« AnteriorContinuar »
law, his parents having fulfilled their days of festivity, went homeward, supposing the child had been in the caravan among his friends, and thus they travelled for the space of a whole day's journey ; but when they sought him among their kindred and acquaintance, and found him not, they returned to Jerusalem full of fear and sorrow. Who can express the painful apprehensions of heart which then thronged about the Holy mother, who trembled not only for the loss of the joy of her family, but the hopes of the whole world? What did not her foreboding mind at that time suggest to her upon the apprehension of a loss so incalculably great. Possibly an angel might have carried him she knew not whither; or it may be the son of Herod might have siezed the prey which his cruel father had missed. Whilst she had spent some time under these anxieties of mind, in her sad and holy pursuit of her lost jewel, despairing of the prosperous event of any human diligence, she made her address to God, the only relief and succour of distressed minds; and entering into the temple to pray, God who knew her desires, prevented her with the blessings of his goodness, and her sorrow was turned into joy and wonder : for there she found her Holy Son sitting in the midst of the doctors, both hearing and asking them questions.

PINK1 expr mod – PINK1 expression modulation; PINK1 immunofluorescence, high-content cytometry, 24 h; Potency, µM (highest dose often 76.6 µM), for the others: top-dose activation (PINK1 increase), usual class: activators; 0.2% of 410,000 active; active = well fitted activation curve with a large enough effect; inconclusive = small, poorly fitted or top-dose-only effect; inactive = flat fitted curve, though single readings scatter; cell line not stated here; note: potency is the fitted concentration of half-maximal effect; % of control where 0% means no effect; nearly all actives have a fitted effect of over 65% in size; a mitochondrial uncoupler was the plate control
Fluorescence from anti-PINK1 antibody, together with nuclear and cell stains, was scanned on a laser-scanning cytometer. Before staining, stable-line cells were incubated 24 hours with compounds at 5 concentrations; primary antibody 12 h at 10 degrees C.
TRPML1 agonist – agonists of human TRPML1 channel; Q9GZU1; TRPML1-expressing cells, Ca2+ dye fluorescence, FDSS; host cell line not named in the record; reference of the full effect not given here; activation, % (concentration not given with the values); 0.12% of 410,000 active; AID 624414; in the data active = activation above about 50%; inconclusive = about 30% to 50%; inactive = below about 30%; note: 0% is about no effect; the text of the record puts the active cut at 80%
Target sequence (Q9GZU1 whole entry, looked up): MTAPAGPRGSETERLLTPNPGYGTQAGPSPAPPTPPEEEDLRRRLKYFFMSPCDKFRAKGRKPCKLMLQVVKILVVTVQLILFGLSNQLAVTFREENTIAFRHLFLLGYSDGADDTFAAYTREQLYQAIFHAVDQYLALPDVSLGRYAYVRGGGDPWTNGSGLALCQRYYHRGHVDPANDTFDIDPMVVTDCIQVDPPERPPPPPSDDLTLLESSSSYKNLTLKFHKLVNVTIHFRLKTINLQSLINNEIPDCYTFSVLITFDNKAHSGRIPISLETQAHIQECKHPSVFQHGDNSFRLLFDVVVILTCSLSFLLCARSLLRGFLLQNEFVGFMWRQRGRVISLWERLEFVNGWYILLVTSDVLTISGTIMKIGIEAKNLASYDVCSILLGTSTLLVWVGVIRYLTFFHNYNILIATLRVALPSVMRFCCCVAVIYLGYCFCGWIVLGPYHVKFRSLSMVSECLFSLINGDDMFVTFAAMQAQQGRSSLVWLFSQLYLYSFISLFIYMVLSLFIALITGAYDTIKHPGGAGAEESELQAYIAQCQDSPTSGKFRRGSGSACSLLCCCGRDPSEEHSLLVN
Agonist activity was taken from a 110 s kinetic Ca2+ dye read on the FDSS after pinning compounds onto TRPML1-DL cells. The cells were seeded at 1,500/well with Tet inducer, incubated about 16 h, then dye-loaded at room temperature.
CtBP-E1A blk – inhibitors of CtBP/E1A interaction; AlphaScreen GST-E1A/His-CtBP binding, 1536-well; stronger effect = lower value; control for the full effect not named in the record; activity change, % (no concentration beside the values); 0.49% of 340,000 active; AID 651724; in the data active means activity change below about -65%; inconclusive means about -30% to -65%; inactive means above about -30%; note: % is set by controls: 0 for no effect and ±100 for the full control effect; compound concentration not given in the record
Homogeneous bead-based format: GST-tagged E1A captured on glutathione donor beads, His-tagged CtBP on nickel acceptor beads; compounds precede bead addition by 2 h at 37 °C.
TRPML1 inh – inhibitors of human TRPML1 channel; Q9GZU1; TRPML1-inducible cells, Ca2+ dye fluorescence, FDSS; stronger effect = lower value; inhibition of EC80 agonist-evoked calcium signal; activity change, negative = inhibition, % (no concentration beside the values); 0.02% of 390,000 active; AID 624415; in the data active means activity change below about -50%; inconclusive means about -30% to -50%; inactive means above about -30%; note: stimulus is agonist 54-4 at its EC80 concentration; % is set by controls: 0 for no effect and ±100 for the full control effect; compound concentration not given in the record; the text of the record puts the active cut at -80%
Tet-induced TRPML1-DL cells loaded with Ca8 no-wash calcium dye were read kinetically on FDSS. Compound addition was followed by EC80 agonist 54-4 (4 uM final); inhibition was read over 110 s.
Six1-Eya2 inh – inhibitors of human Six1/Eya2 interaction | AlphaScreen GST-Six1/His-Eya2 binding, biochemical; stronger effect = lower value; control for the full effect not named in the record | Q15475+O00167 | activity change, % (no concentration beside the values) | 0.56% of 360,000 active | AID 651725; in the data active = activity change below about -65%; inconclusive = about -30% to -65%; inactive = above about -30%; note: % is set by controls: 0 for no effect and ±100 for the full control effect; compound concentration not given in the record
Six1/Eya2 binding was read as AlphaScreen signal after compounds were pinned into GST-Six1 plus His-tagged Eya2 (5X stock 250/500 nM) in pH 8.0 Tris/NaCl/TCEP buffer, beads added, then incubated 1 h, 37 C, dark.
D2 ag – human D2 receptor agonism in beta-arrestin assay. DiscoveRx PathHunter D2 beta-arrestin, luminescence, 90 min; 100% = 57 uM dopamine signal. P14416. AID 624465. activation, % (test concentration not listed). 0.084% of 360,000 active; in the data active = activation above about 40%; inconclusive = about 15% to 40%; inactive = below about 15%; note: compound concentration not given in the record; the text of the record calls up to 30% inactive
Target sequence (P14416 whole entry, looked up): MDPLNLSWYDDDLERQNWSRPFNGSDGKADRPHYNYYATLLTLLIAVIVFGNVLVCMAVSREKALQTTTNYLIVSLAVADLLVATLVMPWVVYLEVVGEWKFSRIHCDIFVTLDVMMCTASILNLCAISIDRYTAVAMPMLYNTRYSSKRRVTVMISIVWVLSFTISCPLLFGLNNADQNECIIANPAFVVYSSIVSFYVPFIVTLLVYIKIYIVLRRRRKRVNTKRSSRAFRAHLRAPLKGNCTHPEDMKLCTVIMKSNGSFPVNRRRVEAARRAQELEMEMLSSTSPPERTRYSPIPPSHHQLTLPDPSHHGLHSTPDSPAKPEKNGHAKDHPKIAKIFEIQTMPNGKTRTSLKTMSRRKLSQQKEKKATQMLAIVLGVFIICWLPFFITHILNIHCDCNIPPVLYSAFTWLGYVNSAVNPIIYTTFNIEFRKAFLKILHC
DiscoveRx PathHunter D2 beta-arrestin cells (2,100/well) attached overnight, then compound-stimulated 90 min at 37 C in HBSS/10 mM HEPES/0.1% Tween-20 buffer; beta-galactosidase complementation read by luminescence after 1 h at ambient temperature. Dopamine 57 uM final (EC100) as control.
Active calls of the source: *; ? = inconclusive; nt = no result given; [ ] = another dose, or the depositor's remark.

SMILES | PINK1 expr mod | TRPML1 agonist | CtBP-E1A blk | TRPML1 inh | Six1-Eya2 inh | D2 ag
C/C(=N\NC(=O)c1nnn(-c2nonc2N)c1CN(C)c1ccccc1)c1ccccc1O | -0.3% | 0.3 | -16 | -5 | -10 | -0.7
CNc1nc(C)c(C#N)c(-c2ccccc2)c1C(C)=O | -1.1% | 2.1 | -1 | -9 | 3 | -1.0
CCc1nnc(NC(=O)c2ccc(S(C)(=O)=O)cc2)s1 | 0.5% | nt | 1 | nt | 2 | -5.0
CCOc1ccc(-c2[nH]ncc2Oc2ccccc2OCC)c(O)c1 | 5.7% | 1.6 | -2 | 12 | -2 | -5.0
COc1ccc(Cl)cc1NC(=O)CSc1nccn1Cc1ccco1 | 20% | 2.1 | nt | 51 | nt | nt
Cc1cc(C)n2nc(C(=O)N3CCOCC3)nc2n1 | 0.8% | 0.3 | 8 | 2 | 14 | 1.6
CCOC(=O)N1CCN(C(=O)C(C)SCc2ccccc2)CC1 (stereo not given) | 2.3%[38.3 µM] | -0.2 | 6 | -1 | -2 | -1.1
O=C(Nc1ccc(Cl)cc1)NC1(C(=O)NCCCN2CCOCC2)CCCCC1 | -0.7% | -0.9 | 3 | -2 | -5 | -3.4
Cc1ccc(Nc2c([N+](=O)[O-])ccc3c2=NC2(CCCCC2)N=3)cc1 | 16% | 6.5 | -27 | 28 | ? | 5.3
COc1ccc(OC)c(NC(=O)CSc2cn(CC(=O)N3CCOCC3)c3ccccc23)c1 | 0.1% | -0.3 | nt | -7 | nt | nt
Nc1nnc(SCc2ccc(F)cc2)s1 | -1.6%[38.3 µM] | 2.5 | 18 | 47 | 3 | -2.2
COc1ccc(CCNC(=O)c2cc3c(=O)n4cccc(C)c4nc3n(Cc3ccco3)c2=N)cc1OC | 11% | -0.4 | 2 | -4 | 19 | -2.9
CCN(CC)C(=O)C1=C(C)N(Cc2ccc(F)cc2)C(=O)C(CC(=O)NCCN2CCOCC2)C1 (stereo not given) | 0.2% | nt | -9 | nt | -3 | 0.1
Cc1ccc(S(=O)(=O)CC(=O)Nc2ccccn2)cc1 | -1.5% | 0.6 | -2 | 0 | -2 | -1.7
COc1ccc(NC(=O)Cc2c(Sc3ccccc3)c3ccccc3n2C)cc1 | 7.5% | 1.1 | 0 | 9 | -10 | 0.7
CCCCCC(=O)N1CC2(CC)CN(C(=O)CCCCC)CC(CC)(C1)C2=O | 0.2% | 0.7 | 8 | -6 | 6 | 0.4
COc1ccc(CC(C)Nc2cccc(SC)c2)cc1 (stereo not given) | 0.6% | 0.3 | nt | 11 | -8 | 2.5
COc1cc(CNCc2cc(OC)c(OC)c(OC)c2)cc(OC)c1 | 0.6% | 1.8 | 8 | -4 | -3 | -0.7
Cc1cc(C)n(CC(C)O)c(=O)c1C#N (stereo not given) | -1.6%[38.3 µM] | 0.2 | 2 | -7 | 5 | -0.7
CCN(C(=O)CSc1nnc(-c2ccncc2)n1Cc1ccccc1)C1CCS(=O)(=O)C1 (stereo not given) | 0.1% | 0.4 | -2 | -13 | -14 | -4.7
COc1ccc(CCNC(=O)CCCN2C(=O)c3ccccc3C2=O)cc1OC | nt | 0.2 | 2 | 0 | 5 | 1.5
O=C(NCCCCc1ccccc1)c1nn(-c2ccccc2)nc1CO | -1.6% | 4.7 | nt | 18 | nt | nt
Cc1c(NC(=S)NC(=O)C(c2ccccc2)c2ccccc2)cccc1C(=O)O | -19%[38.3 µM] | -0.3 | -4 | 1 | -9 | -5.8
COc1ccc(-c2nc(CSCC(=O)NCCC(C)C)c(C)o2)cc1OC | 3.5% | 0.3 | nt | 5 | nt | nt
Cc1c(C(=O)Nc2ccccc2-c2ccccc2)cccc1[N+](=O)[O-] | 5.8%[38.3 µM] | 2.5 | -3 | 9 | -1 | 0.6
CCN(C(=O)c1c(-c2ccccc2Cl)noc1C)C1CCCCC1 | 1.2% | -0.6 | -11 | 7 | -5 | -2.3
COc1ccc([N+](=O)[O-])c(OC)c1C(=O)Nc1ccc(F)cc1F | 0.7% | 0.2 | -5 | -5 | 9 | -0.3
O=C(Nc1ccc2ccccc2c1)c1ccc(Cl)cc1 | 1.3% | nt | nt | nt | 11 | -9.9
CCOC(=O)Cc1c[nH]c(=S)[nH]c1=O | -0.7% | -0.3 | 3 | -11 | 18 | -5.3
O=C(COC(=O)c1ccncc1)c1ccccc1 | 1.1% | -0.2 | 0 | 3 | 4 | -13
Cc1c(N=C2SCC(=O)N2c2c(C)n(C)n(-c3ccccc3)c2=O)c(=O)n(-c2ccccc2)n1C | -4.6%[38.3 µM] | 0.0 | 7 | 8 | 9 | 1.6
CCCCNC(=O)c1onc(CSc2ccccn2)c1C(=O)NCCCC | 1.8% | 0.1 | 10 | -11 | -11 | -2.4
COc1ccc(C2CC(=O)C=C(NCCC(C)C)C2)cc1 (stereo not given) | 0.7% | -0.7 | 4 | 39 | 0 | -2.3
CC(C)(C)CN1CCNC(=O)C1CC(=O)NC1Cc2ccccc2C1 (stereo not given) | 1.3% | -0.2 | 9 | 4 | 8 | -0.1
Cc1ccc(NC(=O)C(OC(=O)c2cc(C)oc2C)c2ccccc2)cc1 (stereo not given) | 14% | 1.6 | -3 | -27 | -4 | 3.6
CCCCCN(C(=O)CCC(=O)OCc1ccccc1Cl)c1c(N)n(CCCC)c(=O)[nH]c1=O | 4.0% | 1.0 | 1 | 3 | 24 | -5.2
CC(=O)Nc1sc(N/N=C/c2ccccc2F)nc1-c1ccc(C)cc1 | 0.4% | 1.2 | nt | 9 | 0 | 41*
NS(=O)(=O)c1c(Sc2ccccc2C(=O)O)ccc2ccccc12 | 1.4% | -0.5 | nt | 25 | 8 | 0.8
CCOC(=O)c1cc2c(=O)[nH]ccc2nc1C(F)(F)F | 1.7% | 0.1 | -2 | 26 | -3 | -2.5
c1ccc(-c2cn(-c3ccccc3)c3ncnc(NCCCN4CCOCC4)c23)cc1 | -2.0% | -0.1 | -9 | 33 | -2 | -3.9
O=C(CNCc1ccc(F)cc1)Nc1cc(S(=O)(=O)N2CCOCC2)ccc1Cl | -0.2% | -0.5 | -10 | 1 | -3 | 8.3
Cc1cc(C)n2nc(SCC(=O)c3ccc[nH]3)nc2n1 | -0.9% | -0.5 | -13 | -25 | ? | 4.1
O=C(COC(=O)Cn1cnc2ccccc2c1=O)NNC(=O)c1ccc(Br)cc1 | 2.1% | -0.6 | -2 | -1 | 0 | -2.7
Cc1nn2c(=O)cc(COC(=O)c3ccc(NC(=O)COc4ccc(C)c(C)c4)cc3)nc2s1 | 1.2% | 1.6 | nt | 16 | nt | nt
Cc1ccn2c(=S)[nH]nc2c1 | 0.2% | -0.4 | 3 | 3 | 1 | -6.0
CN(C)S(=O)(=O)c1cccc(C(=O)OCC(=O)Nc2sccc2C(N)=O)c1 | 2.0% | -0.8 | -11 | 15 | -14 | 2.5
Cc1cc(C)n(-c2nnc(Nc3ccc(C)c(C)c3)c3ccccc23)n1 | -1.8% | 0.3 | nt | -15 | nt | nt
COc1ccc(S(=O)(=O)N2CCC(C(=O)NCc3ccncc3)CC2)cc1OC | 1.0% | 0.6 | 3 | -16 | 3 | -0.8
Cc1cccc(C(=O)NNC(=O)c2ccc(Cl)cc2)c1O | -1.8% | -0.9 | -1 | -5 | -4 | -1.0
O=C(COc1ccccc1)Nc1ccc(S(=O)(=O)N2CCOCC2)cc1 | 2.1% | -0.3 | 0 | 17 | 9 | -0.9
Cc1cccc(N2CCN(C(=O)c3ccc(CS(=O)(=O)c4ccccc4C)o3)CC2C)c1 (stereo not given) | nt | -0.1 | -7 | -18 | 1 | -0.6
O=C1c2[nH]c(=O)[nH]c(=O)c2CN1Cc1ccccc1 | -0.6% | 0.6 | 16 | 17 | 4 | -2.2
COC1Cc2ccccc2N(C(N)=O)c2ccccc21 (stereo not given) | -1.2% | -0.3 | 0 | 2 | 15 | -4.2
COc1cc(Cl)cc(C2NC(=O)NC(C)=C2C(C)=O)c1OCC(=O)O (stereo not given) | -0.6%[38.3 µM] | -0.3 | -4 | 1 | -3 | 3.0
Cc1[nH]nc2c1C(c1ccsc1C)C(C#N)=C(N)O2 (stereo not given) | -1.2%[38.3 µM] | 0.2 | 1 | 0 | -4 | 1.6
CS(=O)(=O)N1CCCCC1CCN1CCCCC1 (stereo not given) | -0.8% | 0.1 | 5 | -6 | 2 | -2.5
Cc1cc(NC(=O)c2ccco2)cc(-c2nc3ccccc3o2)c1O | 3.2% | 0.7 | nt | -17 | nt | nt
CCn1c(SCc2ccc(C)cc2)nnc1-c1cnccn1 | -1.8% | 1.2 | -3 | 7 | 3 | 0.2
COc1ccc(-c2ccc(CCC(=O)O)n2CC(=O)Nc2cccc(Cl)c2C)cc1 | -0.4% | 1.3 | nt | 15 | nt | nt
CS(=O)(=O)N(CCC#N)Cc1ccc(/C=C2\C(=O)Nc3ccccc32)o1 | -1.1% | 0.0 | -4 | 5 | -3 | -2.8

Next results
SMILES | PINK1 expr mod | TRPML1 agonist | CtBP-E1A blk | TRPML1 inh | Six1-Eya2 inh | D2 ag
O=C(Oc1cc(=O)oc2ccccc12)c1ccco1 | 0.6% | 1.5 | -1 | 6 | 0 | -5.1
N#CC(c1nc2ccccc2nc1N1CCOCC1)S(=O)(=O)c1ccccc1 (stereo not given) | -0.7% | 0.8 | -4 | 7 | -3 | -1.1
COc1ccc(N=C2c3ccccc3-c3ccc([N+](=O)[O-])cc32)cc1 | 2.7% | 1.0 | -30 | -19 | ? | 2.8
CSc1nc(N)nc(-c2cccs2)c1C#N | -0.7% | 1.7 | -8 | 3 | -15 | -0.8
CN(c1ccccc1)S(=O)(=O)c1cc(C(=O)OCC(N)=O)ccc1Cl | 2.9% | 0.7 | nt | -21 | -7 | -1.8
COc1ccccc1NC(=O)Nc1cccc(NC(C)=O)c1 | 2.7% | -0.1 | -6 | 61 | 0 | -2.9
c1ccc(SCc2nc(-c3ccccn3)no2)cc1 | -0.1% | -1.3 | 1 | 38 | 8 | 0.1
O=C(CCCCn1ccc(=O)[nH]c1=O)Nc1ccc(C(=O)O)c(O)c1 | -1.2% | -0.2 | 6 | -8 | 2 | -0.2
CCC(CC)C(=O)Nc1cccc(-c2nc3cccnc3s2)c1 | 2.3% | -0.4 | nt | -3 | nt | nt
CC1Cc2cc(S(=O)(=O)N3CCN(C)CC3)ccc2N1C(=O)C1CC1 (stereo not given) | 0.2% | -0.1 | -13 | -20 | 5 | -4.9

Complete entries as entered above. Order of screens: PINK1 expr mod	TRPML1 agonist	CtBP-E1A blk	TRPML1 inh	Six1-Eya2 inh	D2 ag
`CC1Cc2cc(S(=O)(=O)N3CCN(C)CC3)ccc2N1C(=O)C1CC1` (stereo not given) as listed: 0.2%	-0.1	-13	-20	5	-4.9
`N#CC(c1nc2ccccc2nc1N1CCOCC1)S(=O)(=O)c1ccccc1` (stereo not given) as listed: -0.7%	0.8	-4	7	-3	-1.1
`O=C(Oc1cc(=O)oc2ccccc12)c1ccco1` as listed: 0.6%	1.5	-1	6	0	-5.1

The bare sight of him soon effaced their care and grief: but the glad parents receive this addition to their joy, they find him illustrated with a miracle ; for when they saw him, they were amazed, and so were all that heard him, at his understanding and answers, beyond his education and experience, beyond his years, and even the common abilities and capacities of the best men, discoursing and disputing with the learned, with the power of a prophet, with the brightness of an angel, and the infallibility of inspiration itself.
The Virgin-mother, though everjoyed at the sight of her holy child, could not forbear expressing a gentle admonition to him for the great alarm he had excited, saying, “ Son, why hast thou dealt thus with us?” Which he modestly excused by giving this account of himself;
Why should ye seek me? Knew ye not that I must be
about my father's business ?»* These things Joseph and the rest understood not, but Mary laid them up in her heart, well knowing it was part of his employment, and his father's business to be in his house, where she had found him.